4. Mistakes can be corrected. In the recommended follow-up appointment I had with my internist four days later, Wednesday, I complained of the severe muscle spasms and boring-type pain in my left side. He said that was to be expected in the area I pointed out because that’s where the fracture was. “Huh? What fracture?” I asked. A fracture of the 10th rib noted on the two CT scan reports from the Emergency Department. Wow, I thought, it certainly would have been nice to know that I had more than a contusion, that I had a fracture. He explained that the tests I had in the ED were primarily for checking for other things, not fractures, and that he normally, with my history, would have ordered a chest x–ray.
So, after thinking about it for a day, I emailed and asked if he would order one. With the enormous amount of increasing pain, I had to know what was going on. I had the x-ray the next morning, Friday. I asked the technician if he could see a fracture or was I crazy to think I had one or what. He said, “Oh my, lady, you are not crazy. You’ve got a whopper of one. Of course, the docs have better machines than I do, so your doctor will get their report in a day or two.”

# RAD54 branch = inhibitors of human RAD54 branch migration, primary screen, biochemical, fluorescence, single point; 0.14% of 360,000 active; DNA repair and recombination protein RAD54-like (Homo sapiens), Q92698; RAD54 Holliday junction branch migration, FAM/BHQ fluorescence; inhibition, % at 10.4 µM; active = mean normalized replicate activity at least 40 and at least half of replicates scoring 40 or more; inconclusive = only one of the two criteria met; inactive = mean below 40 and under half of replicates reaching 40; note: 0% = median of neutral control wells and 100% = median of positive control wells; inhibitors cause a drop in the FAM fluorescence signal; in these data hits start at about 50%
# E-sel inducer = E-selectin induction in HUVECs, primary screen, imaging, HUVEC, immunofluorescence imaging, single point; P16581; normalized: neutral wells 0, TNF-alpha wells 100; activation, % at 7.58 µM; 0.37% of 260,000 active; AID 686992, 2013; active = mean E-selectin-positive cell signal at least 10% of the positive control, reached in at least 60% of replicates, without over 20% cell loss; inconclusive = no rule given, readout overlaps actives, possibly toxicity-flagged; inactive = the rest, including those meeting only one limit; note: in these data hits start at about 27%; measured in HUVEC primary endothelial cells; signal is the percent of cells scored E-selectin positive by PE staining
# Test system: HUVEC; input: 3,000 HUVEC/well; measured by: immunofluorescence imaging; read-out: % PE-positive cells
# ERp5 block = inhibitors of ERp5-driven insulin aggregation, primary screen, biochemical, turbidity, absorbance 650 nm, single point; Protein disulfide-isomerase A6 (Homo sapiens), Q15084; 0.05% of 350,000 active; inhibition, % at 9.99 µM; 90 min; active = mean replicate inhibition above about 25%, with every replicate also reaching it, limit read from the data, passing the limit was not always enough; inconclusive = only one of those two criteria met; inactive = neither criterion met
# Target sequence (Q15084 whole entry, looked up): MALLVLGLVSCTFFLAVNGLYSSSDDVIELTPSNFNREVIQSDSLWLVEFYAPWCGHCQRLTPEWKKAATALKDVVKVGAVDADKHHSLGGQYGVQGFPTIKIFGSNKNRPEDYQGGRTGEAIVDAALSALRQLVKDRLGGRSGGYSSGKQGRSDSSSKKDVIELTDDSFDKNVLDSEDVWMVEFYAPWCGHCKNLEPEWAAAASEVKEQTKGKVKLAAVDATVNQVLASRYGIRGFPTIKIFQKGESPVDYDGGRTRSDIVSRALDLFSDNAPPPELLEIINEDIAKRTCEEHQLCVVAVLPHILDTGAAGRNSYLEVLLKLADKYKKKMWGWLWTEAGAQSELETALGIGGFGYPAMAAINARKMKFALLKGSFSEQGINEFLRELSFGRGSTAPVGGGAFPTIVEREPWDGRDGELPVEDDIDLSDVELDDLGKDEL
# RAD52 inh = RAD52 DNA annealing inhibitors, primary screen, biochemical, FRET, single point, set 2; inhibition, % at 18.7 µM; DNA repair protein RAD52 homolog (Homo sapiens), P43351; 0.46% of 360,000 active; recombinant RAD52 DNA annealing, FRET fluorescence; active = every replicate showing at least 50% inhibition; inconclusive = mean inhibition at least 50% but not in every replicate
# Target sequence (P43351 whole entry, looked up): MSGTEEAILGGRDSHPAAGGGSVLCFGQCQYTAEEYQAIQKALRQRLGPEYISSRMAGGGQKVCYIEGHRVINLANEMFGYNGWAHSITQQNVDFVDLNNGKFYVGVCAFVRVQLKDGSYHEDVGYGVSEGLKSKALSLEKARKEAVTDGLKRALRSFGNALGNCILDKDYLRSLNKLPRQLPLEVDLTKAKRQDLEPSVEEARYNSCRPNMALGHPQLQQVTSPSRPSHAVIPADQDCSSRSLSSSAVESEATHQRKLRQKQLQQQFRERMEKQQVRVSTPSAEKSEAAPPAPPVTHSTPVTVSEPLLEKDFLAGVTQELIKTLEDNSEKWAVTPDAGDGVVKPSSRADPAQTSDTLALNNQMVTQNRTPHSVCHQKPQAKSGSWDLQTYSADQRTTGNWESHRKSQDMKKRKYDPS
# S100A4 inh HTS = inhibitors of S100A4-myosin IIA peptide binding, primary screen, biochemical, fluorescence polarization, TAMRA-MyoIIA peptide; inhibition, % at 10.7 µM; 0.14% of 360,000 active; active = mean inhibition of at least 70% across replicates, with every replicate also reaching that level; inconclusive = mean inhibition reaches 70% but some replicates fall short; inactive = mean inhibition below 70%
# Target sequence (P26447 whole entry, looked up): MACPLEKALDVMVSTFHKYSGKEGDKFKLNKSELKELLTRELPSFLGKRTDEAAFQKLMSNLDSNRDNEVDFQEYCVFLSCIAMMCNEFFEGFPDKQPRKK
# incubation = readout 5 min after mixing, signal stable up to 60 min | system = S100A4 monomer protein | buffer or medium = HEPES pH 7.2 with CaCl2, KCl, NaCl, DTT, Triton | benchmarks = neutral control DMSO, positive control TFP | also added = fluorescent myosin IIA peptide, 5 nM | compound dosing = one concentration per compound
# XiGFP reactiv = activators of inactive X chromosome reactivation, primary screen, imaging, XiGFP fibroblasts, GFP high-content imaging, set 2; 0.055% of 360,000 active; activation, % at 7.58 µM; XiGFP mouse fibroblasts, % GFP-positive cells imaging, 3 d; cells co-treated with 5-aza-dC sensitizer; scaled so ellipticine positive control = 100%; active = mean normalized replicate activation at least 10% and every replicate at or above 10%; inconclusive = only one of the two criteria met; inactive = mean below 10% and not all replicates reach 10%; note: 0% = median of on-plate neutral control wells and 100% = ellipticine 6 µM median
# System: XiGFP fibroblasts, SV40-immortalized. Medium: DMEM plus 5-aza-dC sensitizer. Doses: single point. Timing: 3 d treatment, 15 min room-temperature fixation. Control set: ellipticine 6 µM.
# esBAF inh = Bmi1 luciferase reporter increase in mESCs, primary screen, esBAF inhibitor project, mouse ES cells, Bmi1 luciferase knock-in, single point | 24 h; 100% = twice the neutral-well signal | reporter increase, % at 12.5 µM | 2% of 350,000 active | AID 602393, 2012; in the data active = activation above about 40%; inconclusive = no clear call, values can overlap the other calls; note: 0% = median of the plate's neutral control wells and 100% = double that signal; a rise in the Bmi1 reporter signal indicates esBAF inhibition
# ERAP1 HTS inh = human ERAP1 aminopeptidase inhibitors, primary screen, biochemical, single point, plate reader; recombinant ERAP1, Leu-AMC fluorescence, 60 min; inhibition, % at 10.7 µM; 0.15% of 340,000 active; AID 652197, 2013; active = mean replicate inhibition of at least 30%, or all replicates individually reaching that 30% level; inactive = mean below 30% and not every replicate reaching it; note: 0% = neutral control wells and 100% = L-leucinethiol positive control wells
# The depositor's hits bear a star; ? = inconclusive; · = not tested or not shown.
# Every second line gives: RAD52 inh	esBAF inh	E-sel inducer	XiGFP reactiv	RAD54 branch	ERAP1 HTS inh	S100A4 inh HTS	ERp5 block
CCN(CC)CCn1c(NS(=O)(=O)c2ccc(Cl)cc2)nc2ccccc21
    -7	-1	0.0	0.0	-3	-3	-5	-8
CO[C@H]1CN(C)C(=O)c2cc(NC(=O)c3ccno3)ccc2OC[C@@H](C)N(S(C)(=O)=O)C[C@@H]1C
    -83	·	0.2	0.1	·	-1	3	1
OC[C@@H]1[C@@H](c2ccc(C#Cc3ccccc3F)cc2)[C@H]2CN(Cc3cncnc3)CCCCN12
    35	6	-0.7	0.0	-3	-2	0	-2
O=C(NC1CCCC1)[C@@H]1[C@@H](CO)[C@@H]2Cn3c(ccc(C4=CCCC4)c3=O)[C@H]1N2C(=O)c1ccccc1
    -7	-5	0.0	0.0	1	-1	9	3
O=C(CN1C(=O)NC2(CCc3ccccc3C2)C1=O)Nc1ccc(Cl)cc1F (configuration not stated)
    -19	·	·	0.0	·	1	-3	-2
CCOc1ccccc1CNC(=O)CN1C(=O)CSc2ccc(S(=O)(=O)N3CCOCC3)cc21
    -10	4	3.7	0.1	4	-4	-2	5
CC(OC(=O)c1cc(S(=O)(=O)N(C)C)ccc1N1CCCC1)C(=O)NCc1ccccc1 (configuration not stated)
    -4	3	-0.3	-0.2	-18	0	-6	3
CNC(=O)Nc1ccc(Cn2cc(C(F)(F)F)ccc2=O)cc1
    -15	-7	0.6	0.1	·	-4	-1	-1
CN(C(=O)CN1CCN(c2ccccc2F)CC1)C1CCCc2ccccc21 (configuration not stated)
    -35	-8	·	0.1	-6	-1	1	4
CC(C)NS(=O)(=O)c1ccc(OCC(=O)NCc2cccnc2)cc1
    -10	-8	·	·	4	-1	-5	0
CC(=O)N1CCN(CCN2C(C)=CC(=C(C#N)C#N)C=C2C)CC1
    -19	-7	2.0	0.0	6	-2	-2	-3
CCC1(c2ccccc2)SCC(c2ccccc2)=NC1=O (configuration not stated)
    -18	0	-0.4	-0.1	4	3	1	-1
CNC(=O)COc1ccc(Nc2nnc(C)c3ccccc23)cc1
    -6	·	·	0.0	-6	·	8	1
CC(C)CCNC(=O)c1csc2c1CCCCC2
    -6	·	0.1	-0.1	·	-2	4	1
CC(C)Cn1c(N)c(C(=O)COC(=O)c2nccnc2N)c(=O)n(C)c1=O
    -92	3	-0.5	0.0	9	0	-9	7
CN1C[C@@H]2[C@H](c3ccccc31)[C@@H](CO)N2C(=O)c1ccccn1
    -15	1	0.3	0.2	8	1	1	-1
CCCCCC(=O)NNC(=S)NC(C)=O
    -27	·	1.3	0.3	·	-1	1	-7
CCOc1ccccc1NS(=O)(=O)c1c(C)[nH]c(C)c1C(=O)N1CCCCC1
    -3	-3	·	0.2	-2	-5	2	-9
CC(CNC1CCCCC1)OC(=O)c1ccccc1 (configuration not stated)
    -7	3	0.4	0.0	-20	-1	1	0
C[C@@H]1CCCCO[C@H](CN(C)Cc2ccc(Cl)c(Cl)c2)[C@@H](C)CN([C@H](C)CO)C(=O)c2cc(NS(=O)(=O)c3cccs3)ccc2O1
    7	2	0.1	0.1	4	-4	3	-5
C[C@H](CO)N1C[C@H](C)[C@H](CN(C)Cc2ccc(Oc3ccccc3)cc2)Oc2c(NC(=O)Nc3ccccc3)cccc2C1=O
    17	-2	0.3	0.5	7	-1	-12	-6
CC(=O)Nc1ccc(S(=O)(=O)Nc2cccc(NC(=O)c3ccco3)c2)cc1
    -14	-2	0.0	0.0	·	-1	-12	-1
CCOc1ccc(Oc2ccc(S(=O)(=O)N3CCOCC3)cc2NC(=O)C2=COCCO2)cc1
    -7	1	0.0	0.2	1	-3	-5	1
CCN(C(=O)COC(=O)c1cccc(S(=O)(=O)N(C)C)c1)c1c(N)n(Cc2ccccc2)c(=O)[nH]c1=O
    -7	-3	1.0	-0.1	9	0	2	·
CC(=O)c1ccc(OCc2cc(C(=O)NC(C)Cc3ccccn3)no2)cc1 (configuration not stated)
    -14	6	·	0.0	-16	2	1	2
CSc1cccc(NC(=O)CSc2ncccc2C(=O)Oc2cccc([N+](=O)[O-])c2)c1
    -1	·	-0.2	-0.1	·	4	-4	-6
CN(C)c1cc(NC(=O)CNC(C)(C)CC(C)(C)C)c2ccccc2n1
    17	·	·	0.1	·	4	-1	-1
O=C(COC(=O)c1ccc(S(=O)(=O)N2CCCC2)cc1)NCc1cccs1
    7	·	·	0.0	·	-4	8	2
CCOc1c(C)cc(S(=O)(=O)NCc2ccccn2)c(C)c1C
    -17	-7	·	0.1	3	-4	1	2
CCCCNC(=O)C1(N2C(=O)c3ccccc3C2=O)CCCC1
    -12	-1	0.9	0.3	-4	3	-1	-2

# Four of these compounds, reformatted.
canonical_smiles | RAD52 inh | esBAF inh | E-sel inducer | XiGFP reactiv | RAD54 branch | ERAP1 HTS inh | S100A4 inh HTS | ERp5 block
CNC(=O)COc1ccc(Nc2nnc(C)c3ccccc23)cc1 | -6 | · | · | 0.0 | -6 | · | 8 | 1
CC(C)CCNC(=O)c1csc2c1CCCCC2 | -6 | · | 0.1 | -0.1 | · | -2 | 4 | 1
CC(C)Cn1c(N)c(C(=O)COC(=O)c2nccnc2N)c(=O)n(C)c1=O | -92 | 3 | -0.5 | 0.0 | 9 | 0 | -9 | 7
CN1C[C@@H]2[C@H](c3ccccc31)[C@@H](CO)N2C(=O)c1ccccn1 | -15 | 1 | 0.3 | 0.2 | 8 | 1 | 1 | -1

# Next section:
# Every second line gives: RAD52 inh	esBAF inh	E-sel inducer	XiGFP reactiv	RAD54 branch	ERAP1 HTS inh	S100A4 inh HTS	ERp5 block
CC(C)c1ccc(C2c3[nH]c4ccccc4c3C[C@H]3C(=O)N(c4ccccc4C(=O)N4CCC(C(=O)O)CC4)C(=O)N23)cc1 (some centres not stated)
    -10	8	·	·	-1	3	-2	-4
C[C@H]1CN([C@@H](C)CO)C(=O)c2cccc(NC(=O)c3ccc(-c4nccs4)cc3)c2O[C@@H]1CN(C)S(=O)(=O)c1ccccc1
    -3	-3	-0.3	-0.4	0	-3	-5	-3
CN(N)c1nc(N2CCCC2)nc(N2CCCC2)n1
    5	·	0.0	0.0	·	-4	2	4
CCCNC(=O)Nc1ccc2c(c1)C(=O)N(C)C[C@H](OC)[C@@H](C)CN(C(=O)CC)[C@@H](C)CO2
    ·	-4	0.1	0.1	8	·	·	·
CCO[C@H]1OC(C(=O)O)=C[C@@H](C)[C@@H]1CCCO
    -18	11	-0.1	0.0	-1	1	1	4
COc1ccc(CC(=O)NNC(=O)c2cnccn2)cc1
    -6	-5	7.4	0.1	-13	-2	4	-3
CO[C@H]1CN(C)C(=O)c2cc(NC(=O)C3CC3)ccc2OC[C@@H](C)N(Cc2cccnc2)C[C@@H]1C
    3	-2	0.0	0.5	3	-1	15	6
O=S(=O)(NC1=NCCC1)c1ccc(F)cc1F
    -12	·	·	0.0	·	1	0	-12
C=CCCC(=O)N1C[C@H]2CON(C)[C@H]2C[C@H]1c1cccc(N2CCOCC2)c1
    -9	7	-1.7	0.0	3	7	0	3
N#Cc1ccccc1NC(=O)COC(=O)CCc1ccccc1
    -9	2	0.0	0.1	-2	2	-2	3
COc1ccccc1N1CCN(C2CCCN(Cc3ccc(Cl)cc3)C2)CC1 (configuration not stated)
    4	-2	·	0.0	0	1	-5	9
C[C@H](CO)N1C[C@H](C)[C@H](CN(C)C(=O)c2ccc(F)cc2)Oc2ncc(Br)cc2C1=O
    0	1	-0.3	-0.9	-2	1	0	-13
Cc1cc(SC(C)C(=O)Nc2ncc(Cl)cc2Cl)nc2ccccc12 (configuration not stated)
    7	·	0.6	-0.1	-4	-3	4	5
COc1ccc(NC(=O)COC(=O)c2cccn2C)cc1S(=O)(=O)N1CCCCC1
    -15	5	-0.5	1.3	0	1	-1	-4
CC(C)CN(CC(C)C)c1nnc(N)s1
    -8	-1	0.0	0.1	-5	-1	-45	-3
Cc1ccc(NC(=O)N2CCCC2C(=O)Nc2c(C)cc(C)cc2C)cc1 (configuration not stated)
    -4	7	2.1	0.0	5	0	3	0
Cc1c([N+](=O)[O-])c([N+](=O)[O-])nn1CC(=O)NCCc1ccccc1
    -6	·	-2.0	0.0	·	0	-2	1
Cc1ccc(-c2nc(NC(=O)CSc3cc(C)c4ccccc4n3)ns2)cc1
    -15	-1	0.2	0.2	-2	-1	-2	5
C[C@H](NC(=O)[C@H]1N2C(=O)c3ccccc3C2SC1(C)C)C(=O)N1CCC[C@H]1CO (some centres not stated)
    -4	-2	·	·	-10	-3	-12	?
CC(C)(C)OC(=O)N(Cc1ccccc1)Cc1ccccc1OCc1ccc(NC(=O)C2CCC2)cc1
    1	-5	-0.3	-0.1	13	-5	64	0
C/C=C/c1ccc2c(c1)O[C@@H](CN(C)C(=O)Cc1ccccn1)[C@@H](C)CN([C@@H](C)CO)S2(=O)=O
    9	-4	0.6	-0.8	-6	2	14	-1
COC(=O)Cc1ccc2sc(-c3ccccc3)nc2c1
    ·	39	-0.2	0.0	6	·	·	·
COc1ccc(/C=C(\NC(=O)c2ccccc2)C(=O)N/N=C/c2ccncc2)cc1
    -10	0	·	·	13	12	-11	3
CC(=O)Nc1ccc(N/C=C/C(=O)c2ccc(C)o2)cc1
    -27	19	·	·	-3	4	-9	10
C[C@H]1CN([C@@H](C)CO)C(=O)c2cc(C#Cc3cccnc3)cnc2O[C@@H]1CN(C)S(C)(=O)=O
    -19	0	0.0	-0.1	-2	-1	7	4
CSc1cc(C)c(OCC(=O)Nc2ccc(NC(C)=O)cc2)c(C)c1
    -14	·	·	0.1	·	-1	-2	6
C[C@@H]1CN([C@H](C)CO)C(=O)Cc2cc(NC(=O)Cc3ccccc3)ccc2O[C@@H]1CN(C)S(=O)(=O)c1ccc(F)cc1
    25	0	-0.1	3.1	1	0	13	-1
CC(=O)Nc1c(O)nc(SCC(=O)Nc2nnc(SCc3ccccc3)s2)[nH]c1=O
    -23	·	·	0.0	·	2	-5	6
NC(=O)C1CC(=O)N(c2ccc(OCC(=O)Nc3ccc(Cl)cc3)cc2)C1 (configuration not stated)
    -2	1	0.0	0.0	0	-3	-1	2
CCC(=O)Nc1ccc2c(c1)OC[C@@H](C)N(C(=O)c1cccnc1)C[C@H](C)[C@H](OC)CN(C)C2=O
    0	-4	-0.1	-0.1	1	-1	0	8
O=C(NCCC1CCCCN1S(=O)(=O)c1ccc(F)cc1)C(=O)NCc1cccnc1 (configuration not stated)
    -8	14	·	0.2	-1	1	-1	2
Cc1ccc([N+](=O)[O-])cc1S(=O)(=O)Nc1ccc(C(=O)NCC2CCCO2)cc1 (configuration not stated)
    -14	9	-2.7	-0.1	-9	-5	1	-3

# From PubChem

I walked out to the radiology waiting room, took one look at my husband and burst into tears. “I do have a fracture,” I cried. “Apparently a big one.”
On Sunday afternoon, my internist informed me that I not only had one fracture, but four.
What worries me about my experience is that I’m a nurse and, of all people, I think I should have known to push further for answers to my pain. I entered the ER with my pain at a ten and, after several unsuccessful attempts at pain relief, left with it at a ten.
In retrospect, I think of the data that should have been obvious from 1) my chart, 2) my account of what happened, and 3) their exam: 73 year-old woman; severe left-sided pain subsequent to falling down two steps landing full force on her left side on a couch; long history of osteoporosis; prior history of falls and breaks; history of multiple bone scans documenting osteoporosis or osteopenia; history of taking bone density medication.